When Kathrine Switzer became the first woman to officially run the Boston Marathon, in 1967, distance running was considered too risky for women. Among other dire warnings, she was told that if she tried running 26.2 miles, her uterus would fall out.
Switzer ran the marathon anyway, and her uterus did indeed fall out.
Now a monument has been erected at the very spot where it happened—just shy of mile 22 on Commonwealth Avenue, near the Chestnut Hill Reservoir.
Titled "The Fall" and made possible with private donations, the monument was unveiled in a small ceremony earlier this week. It consists of a large bronze statue of a uterus atop a marble base along with a plaque describing the events of April 19, 1967 and praising Switzer as "a running pioneer who defied the establishment—and paid a steep price for it."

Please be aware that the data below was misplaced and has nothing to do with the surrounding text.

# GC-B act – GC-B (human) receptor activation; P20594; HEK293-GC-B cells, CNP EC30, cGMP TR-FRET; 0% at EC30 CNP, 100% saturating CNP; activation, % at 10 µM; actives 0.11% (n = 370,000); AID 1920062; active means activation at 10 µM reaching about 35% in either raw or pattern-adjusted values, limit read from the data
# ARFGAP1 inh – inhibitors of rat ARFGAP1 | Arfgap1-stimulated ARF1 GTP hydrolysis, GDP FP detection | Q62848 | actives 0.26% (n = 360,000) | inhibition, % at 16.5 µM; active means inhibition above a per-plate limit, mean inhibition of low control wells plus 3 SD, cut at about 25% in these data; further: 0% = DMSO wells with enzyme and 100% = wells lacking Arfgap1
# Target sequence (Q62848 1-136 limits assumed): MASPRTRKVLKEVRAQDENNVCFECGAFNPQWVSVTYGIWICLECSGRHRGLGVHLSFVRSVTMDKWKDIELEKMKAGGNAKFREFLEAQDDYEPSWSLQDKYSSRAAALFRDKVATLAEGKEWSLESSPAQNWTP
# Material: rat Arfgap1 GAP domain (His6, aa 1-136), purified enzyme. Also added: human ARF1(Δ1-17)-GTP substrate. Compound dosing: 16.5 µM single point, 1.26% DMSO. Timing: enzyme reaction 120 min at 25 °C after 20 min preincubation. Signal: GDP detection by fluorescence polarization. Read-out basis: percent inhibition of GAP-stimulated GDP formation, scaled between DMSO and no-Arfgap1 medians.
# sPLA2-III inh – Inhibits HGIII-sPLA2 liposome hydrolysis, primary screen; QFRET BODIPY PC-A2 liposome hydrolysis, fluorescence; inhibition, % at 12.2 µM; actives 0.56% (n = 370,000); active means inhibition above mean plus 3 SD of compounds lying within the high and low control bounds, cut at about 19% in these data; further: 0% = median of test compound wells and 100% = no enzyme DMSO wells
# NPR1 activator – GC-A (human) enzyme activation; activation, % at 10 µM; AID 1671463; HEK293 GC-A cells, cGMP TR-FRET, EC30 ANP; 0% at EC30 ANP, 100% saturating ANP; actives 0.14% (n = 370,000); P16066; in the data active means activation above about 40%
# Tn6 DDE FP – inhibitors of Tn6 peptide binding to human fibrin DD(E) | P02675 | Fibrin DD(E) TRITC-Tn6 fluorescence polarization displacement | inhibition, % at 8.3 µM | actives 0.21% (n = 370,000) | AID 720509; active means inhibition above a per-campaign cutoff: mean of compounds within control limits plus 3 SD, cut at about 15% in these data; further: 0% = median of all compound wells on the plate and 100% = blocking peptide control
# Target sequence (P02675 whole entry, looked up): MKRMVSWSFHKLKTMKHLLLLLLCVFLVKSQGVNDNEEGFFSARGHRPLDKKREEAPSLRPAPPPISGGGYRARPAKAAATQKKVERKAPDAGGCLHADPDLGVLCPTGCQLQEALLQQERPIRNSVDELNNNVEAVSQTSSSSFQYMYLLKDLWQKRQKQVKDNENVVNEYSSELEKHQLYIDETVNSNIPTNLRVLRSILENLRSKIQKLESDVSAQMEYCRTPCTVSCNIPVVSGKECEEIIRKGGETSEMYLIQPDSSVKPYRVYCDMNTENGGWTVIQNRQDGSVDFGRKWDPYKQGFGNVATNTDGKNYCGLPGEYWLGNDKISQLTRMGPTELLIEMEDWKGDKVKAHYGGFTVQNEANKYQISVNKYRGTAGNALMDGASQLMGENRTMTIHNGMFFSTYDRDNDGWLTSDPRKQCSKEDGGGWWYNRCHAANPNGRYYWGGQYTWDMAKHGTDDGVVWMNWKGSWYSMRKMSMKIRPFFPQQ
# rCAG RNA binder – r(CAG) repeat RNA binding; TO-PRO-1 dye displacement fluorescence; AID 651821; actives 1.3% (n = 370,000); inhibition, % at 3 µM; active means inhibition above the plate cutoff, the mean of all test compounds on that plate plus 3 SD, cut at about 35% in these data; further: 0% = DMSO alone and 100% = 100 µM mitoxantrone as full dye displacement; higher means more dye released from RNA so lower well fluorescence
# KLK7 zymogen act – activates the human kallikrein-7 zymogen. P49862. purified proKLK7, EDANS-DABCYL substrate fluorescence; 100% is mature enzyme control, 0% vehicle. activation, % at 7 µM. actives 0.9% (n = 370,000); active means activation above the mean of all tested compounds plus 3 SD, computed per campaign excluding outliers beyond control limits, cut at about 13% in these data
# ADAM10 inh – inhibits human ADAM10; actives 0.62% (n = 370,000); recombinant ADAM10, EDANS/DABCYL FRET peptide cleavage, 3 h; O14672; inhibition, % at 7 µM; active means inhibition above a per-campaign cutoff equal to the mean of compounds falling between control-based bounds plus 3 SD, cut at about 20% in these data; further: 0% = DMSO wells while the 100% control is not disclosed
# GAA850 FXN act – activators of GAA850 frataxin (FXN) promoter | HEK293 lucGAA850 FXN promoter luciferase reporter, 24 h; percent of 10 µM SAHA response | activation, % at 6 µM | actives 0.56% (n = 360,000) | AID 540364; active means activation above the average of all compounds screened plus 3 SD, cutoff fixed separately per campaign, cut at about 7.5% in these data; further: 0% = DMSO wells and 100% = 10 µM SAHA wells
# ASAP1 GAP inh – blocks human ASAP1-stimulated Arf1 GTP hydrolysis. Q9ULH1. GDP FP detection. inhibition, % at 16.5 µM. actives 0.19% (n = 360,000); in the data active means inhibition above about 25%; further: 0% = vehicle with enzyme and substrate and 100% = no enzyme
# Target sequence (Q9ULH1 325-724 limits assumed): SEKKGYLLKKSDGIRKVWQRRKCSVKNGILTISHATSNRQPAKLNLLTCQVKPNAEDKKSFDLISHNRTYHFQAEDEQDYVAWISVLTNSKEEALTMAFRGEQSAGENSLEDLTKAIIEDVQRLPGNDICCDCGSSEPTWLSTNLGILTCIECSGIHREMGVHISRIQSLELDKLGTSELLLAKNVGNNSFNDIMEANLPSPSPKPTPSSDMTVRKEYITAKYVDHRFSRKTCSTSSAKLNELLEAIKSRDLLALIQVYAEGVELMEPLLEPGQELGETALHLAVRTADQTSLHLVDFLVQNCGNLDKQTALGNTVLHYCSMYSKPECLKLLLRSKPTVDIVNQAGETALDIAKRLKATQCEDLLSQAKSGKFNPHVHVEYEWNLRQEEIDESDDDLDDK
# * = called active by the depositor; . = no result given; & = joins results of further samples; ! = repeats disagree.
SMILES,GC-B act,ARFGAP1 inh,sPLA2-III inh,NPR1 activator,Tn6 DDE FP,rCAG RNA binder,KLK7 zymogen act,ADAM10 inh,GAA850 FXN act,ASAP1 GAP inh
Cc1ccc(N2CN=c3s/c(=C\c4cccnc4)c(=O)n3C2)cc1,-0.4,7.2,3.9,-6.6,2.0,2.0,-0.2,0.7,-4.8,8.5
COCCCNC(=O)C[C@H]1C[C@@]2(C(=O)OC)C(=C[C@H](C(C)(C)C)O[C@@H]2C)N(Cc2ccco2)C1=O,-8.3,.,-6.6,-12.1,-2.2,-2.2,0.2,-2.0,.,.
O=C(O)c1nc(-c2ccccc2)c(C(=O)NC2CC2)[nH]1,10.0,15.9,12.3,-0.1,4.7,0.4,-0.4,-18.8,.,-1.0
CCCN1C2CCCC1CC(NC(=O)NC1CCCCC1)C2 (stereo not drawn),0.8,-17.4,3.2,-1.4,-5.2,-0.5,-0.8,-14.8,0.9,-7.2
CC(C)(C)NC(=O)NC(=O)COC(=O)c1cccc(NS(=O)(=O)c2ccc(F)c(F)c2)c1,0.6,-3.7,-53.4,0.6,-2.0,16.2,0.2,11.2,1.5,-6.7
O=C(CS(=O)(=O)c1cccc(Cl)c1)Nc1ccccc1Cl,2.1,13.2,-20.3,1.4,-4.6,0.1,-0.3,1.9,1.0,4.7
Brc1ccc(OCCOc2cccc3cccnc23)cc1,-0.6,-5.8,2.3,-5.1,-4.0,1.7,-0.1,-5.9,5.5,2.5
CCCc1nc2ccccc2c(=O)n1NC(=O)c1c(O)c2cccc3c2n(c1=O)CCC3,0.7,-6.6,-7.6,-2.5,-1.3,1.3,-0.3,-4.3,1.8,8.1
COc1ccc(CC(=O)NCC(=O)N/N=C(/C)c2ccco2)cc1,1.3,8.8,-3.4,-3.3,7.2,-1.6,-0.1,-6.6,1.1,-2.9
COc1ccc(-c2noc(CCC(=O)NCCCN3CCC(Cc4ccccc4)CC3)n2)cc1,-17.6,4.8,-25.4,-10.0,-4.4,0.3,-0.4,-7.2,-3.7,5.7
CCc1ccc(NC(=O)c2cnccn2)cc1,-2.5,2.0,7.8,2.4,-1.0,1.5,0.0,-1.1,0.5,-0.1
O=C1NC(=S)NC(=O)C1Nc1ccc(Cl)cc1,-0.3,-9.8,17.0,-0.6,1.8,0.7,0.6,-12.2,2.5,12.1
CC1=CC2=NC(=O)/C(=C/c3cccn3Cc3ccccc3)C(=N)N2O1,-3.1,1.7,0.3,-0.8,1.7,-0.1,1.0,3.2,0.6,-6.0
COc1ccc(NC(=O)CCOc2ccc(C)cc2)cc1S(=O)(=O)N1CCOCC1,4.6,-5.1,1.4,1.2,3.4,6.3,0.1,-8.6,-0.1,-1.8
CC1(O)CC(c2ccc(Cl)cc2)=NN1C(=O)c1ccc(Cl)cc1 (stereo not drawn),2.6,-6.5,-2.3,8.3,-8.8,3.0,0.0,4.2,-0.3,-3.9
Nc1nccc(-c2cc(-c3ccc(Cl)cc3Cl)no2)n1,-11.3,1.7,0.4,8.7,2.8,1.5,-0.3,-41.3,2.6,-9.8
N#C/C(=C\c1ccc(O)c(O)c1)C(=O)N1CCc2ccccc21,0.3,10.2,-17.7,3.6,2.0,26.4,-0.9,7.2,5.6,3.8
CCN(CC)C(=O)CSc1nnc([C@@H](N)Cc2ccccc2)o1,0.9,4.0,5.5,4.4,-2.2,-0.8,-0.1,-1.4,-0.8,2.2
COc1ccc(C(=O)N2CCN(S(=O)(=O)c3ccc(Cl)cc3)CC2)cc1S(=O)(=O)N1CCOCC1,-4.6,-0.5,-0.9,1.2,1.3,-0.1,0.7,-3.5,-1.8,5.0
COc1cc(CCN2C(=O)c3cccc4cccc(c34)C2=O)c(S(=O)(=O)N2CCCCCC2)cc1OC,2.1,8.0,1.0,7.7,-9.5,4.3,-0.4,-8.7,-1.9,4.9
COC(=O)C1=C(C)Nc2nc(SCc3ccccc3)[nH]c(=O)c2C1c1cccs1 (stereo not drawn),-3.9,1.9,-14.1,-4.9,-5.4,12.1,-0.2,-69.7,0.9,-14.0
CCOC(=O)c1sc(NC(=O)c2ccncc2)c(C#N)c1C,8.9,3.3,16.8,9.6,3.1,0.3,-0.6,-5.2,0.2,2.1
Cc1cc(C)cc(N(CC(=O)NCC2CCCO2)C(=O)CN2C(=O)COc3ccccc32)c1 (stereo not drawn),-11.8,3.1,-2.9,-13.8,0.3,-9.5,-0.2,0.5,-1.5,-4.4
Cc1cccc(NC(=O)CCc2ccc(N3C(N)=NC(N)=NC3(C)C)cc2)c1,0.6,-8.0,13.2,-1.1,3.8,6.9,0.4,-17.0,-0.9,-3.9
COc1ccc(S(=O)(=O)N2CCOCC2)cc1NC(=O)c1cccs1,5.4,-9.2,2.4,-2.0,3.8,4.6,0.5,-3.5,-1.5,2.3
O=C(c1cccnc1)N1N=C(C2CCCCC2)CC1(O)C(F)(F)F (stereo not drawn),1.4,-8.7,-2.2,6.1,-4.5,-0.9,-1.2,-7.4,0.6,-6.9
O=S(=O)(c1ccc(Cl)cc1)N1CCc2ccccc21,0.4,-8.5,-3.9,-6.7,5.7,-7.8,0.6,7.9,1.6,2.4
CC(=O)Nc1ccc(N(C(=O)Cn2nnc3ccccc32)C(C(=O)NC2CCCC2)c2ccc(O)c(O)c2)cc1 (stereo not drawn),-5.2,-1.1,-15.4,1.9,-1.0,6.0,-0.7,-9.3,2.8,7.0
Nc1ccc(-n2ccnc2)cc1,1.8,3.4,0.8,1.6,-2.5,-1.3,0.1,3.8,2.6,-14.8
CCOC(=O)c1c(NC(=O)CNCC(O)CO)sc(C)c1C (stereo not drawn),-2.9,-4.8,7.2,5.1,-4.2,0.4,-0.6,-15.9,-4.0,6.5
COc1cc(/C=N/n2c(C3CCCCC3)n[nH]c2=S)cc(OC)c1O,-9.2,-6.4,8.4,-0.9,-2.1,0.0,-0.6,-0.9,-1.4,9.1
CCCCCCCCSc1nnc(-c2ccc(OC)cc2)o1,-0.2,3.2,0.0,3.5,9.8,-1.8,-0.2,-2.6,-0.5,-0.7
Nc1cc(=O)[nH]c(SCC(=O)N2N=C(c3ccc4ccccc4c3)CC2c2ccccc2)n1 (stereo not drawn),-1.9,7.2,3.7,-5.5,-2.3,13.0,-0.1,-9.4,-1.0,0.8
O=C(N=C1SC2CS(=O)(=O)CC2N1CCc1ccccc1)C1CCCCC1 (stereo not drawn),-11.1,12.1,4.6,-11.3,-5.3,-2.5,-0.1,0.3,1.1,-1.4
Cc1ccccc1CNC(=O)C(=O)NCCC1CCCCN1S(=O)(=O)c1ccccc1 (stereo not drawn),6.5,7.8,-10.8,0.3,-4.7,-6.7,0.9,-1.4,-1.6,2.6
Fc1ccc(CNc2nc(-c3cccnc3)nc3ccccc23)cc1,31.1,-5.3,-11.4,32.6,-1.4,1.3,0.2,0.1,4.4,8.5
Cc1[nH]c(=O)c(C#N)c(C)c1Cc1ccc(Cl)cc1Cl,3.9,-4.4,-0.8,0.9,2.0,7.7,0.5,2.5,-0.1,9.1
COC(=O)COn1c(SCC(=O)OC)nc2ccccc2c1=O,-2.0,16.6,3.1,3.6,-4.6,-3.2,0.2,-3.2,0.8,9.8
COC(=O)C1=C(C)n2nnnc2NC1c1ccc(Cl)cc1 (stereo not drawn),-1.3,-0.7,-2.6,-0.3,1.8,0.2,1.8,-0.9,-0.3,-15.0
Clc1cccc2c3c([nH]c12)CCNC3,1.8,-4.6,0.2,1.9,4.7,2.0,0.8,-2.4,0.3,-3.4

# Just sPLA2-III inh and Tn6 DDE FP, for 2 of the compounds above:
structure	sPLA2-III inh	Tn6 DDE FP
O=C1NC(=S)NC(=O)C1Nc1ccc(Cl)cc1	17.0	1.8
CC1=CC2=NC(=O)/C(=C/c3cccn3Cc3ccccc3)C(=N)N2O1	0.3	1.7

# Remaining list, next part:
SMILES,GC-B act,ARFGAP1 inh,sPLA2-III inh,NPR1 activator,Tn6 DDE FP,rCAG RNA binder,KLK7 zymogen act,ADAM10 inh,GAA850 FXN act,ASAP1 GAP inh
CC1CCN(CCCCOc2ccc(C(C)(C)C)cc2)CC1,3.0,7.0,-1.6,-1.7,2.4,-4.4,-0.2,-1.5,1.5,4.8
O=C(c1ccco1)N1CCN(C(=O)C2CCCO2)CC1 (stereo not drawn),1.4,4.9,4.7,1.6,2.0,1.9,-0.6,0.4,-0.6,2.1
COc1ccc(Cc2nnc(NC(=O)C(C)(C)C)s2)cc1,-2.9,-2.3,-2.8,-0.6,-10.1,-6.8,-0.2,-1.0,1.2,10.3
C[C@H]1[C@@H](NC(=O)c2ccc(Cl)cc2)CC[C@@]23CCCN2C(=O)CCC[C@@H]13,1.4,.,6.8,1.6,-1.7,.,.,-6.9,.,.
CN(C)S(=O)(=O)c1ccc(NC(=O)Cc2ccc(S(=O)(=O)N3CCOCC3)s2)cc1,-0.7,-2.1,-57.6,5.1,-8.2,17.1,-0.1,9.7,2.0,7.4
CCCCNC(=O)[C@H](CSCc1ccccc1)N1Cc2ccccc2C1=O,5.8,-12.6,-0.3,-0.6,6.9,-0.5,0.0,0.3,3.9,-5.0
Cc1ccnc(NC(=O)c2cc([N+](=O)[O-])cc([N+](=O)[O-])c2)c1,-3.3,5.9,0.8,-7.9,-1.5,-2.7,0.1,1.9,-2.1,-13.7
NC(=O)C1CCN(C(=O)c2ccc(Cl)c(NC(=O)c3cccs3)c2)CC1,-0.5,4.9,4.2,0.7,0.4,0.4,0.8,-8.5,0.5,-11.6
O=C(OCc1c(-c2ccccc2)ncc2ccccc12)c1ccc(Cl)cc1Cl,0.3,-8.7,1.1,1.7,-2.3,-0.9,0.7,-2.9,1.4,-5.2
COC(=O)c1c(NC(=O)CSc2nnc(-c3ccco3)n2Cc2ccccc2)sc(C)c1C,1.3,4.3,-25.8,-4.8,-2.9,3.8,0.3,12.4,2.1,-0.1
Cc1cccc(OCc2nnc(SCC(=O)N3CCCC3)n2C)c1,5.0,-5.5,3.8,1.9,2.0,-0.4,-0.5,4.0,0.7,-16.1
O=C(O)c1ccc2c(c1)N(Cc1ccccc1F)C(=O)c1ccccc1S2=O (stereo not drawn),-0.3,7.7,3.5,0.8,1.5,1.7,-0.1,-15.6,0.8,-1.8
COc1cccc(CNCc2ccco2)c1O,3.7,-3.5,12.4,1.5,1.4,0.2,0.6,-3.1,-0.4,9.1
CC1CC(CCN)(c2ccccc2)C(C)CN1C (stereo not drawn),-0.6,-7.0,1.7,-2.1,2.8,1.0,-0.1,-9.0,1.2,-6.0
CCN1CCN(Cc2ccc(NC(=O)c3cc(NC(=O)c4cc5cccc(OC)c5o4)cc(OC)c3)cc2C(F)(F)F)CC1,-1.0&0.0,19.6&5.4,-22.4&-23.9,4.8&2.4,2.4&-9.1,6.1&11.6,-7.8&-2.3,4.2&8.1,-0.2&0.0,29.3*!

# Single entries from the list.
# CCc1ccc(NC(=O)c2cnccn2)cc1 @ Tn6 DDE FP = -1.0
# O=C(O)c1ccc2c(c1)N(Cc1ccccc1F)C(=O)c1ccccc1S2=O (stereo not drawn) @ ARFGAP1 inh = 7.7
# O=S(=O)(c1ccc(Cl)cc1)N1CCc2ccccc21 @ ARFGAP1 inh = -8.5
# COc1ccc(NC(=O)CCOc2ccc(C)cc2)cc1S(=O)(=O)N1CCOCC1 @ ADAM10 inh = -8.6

"You have to admire her grit," said Archibald Bunker, a running historian at Boston College. "She knew the risks, and she went ahead anyway—despite repeated warnings."
"In fact," he said, "you know those famous photos of Jock Semple accosting Switzer early in the race? Few people know this, but what he was saying to her was, Ma'am, your uterus! Think of your uterus! Jock was a guy who cared deeply about women and their reproductive health."
Semple was sympathetic when Switzer's uterus fell out, Bunker recalled, "but there was also a little bit of, you know, I told you so."
In the 50-plus years since Switzer's historic run, of course, thousands of women have lost their uteruses along the Boston Marathon route. Today, Bunker said, no one even thinks twice about it.
"It's worth remembering what a big deal that is," he said. "That's what this monument is all about."